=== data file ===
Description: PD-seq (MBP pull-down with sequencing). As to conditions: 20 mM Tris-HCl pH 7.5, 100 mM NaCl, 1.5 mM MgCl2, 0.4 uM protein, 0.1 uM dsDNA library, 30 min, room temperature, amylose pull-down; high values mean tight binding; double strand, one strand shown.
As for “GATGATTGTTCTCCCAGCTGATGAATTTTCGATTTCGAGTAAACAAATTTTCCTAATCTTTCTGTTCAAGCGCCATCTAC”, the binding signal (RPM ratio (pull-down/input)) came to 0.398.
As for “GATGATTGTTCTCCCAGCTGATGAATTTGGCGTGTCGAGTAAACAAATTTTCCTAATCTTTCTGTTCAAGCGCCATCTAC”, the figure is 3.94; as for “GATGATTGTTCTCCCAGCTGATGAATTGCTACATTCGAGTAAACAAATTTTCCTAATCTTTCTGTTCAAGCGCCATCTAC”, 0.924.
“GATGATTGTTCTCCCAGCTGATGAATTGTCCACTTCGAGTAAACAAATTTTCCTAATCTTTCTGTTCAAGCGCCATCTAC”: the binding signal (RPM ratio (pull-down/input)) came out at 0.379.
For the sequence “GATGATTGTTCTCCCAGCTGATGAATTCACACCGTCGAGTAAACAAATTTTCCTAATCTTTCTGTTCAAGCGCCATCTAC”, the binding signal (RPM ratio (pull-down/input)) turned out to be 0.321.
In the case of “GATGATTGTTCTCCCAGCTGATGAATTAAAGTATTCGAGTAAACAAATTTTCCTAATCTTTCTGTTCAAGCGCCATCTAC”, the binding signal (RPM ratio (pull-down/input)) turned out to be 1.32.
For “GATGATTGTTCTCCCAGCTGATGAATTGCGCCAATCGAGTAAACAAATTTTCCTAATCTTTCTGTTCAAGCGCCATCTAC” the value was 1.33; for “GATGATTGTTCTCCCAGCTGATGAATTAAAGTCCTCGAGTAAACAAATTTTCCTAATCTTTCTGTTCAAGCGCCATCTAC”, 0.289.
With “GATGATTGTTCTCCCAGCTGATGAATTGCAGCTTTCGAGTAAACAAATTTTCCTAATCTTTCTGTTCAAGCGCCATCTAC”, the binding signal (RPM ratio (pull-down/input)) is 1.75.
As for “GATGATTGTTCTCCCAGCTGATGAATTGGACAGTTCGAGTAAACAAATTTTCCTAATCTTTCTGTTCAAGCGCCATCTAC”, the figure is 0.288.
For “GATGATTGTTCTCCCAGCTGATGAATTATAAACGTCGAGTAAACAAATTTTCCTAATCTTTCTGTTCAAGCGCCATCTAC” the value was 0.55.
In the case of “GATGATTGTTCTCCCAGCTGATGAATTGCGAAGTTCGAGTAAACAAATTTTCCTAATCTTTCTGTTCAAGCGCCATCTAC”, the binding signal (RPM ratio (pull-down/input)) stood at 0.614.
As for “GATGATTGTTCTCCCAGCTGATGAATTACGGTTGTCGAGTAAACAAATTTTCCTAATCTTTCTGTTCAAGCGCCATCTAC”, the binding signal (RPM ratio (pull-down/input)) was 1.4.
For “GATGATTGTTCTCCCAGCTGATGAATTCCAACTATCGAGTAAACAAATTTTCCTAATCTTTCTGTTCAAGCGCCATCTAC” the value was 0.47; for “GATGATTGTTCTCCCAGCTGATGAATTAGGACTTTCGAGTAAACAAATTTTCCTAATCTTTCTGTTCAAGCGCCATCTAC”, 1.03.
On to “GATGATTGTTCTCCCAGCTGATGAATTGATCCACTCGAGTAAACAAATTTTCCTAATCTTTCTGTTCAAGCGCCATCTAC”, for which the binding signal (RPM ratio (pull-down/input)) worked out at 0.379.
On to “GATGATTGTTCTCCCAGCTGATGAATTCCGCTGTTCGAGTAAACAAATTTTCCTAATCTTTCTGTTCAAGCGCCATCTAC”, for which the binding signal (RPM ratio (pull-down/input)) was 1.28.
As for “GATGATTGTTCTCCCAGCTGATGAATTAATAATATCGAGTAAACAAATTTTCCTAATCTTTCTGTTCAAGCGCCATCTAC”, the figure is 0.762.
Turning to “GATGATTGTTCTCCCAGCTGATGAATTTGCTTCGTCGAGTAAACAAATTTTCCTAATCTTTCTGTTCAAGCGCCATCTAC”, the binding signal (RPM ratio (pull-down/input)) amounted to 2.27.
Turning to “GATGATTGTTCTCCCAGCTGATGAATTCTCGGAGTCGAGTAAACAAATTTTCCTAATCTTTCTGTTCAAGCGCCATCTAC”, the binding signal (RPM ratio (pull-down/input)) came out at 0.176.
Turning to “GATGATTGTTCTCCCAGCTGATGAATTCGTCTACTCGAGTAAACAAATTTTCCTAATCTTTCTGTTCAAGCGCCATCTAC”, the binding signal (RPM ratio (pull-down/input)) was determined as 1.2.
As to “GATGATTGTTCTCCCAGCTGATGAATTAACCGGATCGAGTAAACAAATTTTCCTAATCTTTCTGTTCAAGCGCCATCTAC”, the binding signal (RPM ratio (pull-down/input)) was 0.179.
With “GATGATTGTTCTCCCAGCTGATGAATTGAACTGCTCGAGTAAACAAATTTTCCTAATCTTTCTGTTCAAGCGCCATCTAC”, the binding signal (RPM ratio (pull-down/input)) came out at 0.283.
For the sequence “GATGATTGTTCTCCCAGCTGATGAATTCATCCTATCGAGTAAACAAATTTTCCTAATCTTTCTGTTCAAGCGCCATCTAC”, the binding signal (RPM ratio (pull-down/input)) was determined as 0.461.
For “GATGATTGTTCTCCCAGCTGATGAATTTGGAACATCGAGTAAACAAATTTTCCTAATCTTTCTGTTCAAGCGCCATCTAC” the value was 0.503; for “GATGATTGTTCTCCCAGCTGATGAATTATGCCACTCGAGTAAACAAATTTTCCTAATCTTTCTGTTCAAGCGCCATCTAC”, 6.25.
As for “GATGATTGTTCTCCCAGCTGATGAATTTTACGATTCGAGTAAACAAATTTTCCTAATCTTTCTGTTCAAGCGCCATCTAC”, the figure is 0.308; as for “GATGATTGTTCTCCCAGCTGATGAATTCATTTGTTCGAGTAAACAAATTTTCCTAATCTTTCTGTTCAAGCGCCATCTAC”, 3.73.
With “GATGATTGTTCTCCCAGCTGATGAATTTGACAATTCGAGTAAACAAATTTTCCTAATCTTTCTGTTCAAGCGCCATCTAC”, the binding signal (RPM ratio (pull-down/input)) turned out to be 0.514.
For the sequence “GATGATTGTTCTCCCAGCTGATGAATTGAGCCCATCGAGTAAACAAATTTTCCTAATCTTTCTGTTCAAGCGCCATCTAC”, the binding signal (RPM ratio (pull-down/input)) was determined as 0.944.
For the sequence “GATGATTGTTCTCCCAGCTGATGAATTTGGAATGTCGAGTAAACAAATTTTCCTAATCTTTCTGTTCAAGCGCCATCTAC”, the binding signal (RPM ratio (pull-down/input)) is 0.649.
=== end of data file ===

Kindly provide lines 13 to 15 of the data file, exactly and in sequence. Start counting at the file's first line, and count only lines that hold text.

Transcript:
For “GATGATTGTTCTCCCAGCTGATGAATTCCAACTATCGAGTAAACAAATTTTCCTAATCTTTCTGTTCAAGCGCCATCTAC” the value was 0.47; for “GATGATTGTTCTCCCAGCTGATGAATTAGGACTTTCGAGTAAACAAATTTTCCTAATCTTTCTGTTCAAGCGCCATCTAC”, 1.03.
On to “GATGATTGTTCTCCCAGCTGATGAATTGATCCACTCGAGTAAACAAATTTTCCTAATCTTTCTGTTCAAGCGCCATCTAC”, for which the binding signal (RPM ratio (pull-down/input)) worked out at 0.379.
On to “GATGATTGTTCTCCCAGCTGATGAATTCCGCTGTTCGAGTAAACAAATTTTCCTAATCTTTCTGTTCAAGCGCCATCTAC”, for which the binding signal (RPM ratio (pull-down/input)) was 1.28.